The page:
Thursday, February 23, 2012

Thursday History Lesson

If you allow yourself to Google search your every.fleeting.thought.  -  you end up not only wasting massive amounts of time on-line, but also on occasion you accidentally learn something. 

The usefulness of said accidental learning is up for debate. But still ...

I'm sharing these interesting (and useful) things I read the other night.  

As a result of thinking to myself "Huh, I bet at least a couple of our kids will have interracial marriages someday", I was researching and reading here about interracial marriages in history and I came across the story of Joseph Philippe Larouche.  It was all quite fascinating. 

"Attitudes towards Interracial marriage have changed dramatically, in just the last generation. In the United States it was just 43 years ago when interracial marriage was made fully legal in all 50 states. Today, in many countries, interracial marriage is commonplace and most don’t even give it a second thought. However, as we all know, it wasn’t always this way in the past. This list includes individuals who didn’t let the prejudice of society make their decisions in life, and also paved the way for interracial couples in the future."
(check the link above)

One story was about a Haitian man that died on the Titanic 100 years ago ...

Mr Joseph Philippe Lemercier Laroche was born in Cap Haitien, Haiti on 26 May 1886. In 1901, at age 15, he left Haiti and travelled to Beauvais, France, where he hoped to join the high school to study engineering.

Laroche Family
While visiting nearby Villejuif Joseph met Miss Juliette Lafargue. After Joseph graduated and got his degree, he and Juliette were married in March of 1908. Their daughter Simonne was born 19 February 1909; a second daughter, Louise, was born prematurely on 2 July 1910, and suffered many subsequent medical problems.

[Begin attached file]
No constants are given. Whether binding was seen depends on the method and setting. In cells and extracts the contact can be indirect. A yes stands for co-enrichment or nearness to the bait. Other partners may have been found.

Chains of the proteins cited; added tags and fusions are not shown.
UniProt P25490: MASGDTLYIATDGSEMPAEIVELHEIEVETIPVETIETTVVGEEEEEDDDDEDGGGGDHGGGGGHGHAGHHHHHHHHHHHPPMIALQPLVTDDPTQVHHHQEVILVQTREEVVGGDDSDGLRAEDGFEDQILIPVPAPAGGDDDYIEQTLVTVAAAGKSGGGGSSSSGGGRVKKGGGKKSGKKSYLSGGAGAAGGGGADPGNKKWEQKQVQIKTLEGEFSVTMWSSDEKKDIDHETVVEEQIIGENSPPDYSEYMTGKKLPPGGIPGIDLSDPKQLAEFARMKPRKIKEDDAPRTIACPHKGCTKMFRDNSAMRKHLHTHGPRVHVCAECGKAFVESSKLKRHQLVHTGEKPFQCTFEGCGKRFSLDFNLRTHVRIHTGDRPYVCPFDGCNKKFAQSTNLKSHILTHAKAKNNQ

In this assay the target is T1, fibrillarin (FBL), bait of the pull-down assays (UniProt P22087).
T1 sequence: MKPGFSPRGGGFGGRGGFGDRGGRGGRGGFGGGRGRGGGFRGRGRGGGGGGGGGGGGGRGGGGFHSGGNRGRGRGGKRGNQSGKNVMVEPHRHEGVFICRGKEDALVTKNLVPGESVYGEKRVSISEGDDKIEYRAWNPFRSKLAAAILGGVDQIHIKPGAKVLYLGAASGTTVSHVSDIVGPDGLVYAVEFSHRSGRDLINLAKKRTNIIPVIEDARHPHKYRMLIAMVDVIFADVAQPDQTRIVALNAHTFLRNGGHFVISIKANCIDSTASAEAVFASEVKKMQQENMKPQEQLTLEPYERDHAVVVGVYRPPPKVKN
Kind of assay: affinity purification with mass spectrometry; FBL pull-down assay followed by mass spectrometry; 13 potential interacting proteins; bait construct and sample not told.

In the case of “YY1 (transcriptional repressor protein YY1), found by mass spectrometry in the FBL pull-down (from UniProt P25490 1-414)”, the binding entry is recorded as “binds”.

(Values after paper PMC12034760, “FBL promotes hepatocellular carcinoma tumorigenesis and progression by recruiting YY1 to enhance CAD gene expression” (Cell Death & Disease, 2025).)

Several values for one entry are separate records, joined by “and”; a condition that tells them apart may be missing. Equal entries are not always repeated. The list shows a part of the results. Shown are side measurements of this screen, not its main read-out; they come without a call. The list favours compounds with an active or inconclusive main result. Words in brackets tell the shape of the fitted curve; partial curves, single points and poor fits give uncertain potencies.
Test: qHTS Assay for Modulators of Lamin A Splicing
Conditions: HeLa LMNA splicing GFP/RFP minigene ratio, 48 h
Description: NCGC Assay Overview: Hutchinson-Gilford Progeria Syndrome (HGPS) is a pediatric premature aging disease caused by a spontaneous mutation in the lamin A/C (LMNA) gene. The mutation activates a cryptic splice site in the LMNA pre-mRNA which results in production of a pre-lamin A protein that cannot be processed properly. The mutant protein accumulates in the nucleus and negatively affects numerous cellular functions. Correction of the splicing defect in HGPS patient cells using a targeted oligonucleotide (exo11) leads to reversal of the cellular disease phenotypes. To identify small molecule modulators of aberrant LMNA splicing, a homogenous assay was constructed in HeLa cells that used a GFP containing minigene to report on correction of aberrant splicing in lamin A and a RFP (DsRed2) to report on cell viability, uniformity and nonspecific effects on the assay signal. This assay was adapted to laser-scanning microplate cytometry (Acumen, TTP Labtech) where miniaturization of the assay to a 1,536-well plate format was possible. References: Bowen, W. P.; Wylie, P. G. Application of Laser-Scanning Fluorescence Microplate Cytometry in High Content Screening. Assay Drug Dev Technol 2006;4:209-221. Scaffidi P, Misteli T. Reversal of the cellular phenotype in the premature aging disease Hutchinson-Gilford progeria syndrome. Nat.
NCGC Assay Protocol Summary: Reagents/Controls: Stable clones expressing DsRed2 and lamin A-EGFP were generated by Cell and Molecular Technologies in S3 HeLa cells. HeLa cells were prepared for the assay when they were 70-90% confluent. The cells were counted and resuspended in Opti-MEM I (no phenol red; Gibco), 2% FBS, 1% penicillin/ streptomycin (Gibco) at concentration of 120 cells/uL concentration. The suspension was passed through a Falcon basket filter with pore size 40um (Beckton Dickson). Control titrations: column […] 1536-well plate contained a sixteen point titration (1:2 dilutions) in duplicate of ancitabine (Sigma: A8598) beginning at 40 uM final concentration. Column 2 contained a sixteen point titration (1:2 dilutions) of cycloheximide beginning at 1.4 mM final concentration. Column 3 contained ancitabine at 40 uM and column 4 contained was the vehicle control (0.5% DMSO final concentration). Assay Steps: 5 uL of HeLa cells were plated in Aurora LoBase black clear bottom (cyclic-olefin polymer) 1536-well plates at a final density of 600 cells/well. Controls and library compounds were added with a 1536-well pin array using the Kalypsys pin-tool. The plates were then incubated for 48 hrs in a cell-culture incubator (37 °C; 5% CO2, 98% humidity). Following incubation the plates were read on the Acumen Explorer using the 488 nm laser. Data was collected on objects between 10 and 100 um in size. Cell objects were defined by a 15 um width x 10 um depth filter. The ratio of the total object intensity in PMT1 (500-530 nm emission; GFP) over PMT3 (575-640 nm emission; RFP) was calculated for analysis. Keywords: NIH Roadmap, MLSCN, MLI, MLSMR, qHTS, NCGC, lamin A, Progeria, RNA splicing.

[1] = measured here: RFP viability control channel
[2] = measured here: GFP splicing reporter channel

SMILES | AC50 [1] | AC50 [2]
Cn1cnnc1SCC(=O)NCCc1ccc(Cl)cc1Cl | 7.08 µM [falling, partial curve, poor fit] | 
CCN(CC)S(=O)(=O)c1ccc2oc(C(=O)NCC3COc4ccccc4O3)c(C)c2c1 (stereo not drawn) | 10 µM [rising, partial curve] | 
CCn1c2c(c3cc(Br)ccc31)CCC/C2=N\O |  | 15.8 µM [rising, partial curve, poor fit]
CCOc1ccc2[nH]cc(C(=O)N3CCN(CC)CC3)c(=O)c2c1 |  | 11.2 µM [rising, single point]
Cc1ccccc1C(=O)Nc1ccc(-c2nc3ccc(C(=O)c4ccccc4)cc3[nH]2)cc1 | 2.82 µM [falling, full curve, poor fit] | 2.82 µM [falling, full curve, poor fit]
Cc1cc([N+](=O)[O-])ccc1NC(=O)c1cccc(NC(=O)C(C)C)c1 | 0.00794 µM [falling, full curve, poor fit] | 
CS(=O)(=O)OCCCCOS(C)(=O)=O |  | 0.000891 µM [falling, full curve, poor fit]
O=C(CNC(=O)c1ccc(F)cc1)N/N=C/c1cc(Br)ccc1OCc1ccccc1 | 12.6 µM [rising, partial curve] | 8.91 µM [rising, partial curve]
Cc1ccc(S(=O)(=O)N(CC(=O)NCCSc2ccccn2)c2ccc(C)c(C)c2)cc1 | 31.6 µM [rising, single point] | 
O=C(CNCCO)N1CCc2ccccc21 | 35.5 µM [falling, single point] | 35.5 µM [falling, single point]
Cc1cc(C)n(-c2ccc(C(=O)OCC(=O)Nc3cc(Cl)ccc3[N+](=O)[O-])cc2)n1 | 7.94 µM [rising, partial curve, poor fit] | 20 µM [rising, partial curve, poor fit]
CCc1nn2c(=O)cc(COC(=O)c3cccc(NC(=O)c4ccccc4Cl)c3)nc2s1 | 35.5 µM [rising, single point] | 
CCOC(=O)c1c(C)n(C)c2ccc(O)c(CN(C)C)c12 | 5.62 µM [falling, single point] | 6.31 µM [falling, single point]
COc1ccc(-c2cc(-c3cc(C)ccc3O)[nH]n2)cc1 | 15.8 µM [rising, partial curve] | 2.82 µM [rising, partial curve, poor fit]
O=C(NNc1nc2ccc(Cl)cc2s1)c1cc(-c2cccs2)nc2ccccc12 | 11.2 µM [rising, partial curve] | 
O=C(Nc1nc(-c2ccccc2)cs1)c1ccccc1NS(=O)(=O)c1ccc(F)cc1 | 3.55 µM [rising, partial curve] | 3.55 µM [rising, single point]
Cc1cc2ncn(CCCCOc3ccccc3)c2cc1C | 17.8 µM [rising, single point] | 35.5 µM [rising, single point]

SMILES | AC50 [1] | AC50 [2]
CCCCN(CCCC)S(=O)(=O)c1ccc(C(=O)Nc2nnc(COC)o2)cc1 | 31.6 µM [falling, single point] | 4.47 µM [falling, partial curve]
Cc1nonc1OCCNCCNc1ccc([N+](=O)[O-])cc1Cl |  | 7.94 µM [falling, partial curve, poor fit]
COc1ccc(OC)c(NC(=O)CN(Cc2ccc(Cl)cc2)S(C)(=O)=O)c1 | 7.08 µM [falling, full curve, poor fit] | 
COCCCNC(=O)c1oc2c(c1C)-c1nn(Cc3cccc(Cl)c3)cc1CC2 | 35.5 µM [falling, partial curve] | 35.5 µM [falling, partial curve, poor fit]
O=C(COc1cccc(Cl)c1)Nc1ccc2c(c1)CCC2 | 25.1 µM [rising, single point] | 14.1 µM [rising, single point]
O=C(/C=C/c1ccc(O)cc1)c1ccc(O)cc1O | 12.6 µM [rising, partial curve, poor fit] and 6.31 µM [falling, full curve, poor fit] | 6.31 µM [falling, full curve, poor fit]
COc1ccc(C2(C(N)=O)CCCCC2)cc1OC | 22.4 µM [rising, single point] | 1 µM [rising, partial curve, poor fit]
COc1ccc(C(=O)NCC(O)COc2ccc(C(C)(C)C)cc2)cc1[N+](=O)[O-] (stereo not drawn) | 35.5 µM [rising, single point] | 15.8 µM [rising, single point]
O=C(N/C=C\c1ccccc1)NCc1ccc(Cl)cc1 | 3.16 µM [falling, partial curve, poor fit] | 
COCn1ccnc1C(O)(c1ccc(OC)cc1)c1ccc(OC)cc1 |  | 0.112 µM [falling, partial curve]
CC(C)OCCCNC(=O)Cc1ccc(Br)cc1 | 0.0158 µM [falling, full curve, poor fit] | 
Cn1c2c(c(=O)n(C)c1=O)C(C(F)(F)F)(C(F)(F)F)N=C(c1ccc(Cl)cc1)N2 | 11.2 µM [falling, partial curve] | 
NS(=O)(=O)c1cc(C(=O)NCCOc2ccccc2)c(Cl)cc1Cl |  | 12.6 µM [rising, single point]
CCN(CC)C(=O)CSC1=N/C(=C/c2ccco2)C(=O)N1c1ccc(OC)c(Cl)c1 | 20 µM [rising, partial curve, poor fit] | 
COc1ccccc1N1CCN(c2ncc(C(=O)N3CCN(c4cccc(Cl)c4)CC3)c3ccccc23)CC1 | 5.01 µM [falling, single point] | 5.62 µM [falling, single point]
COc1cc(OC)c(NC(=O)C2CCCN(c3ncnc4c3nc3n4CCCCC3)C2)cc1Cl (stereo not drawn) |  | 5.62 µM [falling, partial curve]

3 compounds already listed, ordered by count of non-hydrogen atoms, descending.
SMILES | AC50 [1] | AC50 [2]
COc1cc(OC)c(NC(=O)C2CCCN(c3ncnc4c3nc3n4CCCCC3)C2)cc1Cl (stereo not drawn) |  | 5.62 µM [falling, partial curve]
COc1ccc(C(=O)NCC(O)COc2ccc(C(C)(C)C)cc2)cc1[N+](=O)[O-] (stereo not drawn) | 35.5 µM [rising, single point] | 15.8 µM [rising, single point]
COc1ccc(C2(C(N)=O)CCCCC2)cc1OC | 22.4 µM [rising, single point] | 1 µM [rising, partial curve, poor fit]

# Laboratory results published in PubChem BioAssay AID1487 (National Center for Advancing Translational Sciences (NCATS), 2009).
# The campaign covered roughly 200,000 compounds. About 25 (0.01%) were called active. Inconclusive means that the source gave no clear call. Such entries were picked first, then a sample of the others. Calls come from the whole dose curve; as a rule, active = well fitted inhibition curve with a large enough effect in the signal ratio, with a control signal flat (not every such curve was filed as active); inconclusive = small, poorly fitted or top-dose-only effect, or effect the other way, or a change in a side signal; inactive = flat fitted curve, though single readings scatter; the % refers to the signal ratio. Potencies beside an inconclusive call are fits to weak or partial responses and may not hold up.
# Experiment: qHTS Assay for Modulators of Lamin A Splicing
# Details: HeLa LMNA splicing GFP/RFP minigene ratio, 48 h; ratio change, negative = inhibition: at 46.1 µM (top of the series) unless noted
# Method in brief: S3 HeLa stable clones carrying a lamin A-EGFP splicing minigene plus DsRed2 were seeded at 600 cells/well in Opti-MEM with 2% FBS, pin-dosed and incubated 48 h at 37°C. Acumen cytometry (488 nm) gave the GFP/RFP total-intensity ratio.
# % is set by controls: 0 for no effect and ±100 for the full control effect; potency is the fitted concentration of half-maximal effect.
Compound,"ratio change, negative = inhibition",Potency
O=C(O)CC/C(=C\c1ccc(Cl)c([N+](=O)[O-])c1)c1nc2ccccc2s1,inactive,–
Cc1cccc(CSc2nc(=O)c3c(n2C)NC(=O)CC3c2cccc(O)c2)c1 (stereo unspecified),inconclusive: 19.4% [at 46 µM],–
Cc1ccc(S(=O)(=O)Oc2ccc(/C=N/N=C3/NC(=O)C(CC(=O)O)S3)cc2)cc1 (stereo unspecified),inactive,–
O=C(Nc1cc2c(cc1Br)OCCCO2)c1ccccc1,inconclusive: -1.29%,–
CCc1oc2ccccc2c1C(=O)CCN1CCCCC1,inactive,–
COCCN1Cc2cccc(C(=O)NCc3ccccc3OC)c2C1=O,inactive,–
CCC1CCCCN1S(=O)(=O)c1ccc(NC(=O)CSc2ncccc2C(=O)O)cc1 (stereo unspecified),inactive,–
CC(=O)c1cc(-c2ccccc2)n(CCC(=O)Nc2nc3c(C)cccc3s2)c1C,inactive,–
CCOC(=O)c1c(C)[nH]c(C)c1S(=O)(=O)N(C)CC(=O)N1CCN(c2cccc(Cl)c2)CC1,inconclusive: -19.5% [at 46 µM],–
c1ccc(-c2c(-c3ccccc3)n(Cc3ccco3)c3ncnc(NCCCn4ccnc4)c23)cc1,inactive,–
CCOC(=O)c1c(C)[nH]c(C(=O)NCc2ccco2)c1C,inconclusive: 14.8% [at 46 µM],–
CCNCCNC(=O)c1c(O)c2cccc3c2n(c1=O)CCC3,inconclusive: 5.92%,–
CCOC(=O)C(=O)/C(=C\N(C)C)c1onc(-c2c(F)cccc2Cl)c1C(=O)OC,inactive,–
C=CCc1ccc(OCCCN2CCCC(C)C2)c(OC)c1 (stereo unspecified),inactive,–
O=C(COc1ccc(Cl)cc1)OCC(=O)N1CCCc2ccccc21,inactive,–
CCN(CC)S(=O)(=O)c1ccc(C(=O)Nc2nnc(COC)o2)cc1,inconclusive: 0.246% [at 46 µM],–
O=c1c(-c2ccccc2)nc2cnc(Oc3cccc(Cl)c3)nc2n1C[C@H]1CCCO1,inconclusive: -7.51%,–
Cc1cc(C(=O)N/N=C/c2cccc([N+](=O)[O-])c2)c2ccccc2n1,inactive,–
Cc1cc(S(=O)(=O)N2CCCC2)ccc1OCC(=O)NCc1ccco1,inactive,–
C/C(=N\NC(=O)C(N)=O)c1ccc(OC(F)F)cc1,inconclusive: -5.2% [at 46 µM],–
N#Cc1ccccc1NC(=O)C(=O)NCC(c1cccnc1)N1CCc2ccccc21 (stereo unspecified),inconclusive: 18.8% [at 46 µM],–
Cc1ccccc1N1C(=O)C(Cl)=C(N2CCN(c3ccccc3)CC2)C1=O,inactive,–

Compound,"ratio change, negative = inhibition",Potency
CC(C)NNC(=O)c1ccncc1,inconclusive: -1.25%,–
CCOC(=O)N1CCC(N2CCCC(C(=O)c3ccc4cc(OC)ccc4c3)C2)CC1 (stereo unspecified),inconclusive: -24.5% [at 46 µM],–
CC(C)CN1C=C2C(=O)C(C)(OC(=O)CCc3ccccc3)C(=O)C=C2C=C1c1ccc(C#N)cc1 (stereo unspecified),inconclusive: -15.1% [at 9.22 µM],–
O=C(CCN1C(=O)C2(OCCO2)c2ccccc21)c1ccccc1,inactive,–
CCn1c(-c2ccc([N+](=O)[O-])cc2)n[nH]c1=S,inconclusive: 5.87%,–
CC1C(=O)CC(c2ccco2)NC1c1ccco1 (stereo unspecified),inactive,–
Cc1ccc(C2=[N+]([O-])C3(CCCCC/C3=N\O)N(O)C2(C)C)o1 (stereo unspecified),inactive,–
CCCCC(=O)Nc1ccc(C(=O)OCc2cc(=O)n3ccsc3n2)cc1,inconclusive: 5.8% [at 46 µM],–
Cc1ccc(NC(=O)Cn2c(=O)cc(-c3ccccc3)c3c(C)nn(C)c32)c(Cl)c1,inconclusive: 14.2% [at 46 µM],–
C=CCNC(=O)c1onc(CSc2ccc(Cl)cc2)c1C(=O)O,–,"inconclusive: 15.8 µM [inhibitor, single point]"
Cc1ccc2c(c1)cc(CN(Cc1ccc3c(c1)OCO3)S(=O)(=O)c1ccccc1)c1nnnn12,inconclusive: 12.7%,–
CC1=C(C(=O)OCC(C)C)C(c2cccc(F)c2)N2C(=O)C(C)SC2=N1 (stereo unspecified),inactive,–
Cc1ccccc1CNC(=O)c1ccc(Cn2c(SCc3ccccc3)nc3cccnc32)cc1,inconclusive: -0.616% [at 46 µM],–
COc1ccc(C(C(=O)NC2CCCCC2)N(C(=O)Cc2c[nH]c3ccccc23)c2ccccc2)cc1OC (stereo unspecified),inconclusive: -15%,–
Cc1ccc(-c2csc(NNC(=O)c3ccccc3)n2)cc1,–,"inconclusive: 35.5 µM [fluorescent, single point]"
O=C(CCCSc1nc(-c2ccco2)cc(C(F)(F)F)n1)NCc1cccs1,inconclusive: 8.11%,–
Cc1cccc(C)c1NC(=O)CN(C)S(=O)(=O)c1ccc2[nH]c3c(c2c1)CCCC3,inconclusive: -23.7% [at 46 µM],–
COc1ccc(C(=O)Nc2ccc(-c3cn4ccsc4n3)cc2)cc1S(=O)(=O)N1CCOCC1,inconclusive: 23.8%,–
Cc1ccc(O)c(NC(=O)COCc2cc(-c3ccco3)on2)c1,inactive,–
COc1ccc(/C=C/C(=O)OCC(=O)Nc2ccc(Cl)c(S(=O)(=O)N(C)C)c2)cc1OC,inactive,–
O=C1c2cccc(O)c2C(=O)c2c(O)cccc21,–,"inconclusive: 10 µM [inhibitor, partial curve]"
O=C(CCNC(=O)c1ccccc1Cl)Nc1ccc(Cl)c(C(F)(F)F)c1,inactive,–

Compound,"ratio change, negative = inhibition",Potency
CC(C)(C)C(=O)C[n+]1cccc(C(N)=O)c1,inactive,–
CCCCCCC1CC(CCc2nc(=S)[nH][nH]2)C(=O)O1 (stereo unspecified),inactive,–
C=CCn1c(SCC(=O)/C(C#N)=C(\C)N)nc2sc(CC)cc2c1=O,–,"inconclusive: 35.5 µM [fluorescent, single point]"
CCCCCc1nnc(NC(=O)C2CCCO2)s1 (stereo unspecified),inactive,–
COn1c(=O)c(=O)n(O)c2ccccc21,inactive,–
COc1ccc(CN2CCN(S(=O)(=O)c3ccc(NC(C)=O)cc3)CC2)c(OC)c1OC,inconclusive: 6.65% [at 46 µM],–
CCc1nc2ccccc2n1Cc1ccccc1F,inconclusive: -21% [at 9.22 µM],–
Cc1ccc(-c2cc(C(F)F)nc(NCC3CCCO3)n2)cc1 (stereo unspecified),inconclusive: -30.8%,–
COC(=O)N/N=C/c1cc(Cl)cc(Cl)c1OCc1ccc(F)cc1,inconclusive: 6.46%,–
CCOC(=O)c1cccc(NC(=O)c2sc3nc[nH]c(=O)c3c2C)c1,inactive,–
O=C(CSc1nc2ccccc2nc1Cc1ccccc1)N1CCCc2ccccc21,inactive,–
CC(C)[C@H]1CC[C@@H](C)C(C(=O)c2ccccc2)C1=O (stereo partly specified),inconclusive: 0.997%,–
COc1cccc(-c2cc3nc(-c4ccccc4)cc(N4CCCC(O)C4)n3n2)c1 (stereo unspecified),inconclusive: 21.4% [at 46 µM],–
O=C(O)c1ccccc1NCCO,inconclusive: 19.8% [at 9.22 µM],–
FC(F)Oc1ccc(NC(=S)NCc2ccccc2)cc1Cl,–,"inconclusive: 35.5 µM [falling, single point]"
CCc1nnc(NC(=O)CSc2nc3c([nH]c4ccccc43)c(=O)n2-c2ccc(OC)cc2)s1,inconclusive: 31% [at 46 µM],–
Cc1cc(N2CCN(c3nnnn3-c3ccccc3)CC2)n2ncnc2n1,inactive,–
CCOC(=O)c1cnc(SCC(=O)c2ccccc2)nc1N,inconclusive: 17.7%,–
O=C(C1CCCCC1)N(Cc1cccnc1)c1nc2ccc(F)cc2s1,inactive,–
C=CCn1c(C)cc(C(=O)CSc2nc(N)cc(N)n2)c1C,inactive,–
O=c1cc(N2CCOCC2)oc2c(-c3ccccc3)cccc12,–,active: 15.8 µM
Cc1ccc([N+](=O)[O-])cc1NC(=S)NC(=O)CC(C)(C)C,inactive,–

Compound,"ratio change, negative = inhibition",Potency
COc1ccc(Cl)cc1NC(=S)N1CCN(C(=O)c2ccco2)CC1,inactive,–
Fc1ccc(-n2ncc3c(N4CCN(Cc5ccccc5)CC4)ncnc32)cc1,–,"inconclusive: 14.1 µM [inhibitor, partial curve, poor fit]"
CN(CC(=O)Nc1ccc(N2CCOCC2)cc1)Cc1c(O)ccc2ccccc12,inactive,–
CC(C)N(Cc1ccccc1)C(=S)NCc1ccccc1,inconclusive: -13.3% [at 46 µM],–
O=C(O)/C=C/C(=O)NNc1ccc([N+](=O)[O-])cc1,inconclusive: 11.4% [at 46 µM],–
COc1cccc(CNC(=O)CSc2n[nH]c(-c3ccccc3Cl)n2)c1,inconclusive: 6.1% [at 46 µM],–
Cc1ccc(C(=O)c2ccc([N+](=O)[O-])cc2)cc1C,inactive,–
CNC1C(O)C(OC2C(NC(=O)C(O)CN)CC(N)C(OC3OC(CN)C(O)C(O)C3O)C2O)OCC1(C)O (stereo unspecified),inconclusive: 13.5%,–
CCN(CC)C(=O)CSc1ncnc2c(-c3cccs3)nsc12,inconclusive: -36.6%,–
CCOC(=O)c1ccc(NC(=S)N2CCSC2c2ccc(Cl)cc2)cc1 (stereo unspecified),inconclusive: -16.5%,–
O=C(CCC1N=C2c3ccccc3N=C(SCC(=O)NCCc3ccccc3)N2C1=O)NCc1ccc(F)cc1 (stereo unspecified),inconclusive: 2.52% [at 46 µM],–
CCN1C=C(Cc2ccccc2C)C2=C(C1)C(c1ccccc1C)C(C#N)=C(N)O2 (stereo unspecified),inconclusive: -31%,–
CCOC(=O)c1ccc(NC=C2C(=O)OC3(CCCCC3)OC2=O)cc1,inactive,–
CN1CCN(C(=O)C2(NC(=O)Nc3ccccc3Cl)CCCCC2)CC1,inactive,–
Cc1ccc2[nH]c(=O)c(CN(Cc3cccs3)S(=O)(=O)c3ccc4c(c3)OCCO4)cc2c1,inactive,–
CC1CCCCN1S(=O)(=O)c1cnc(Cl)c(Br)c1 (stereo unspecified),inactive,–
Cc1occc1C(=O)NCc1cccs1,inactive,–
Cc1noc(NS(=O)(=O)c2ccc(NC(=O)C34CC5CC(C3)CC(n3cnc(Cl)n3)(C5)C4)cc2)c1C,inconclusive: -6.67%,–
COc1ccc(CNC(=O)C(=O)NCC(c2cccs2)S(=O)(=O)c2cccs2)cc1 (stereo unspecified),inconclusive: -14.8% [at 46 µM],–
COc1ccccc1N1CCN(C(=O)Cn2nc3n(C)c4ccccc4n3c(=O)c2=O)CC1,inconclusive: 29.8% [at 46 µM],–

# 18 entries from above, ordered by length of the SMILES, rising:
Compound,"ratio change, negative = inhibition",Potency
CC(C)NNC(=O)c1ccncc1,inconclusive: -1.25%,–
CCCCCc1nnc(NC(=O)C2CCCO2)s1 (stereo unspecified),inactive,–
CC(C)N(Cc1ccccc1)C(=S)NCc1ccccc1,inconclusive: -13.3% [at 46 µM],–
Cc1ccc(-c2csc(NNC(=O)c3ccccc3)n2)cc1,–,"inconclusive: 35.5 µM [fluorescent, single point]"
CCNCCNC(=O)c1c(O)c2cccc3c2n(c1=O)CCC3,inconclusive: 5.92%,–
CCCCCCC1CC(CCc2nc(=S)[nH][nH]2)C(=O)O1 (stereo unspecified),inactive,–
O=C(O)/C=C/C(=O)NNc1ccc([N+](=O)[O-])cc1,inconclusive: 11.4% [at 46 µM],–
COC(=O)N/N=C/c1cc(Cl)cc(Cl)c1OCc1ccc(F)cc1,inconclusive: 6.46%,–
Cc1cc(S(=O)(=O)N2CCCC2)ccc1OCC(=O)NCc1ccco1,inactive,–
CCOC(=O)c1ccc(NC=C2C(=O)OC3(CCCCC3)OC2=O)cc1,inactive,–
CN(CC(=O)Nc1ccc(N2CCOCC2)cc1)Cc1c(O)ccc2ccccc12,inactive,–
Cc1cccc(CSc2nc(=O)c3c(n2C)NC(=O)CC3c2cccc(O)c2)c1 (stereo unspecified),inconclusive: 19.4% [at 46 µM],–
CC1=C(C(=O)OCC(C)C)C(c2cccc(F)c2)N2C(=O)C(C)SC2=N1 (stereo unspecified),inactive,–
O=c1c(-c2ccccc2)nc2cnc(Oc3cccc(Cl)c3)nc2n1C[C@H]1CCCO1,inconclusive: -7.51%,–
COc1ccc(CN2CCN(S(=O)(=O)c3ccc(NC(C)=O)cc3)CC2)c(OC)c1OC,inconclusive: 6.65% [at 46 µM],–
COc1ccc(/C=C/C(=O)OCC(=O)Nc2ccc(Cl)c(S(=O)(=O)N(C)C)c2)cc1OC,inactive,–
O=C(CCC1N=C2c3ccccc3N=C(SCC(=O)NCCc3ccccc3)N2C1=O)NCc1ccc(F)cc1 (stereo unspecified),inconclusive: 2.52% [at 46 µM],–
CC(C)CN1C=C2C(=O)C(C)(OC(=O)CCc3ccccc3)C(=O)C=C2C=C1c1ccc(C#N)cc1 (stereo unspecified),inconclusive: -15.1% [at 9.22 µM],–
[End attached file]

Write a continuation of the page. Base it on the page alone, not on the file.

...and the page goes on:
Racial discrimination prevented Joseph Laroche from obtaining a high-paying job in France. Since the family needed more money to cope with Louise's medical bills, Joseph decided to return to Haiti to find a better-paying engineering job, the move being planned for 1913.

In March 1912, however, Juliette discovered that she was pregnant, so she and Joseph decided to leave for Haiti before her pregnancy became too far advanced for travel. Joseph's mother in Haiti bought them steamship tickets on the La France as a welcome present, but the line's strict policy regarding children caused them to transfer their booking to the Titanic's second class. 

On April 10 the Laroche family took the train from Paris to Cherbourg in order to board the brand new liner later that evening.

Joseph - who is thought to have been the only black passenger on the Titanic - died in the sinking but his family were saved, possibly in lifeboat 14. 

~ ~ ~ ~ ~ ~ ~ ~ ~ 

I am curious, do most folks think attitudes toward interracial marriage have changed dramatically? I don't think I know the answer. I'm probably not the person that should determine the answer. Paige was shocked; her jaw dropped to the floor when she realized that it became legal in all 50 states so recently. That is pretty flippin crazy. 

There is an ongoing struggle in Haiti with lighter skin people seen as better, smarter, more beautiful and/or capable. To us it seems that prejudice and race-based hierarchy is overt and deeply rooted. It's discouraging to interact with it and feel powerless to change it. 

Over the last month our kids have been learning about slavery and the civil rights movement at school. They come home to share what they've learned. Their responses and questions have been precious, insightful, and heartbreaking.  

Thursday's blog history lesson has now concluded.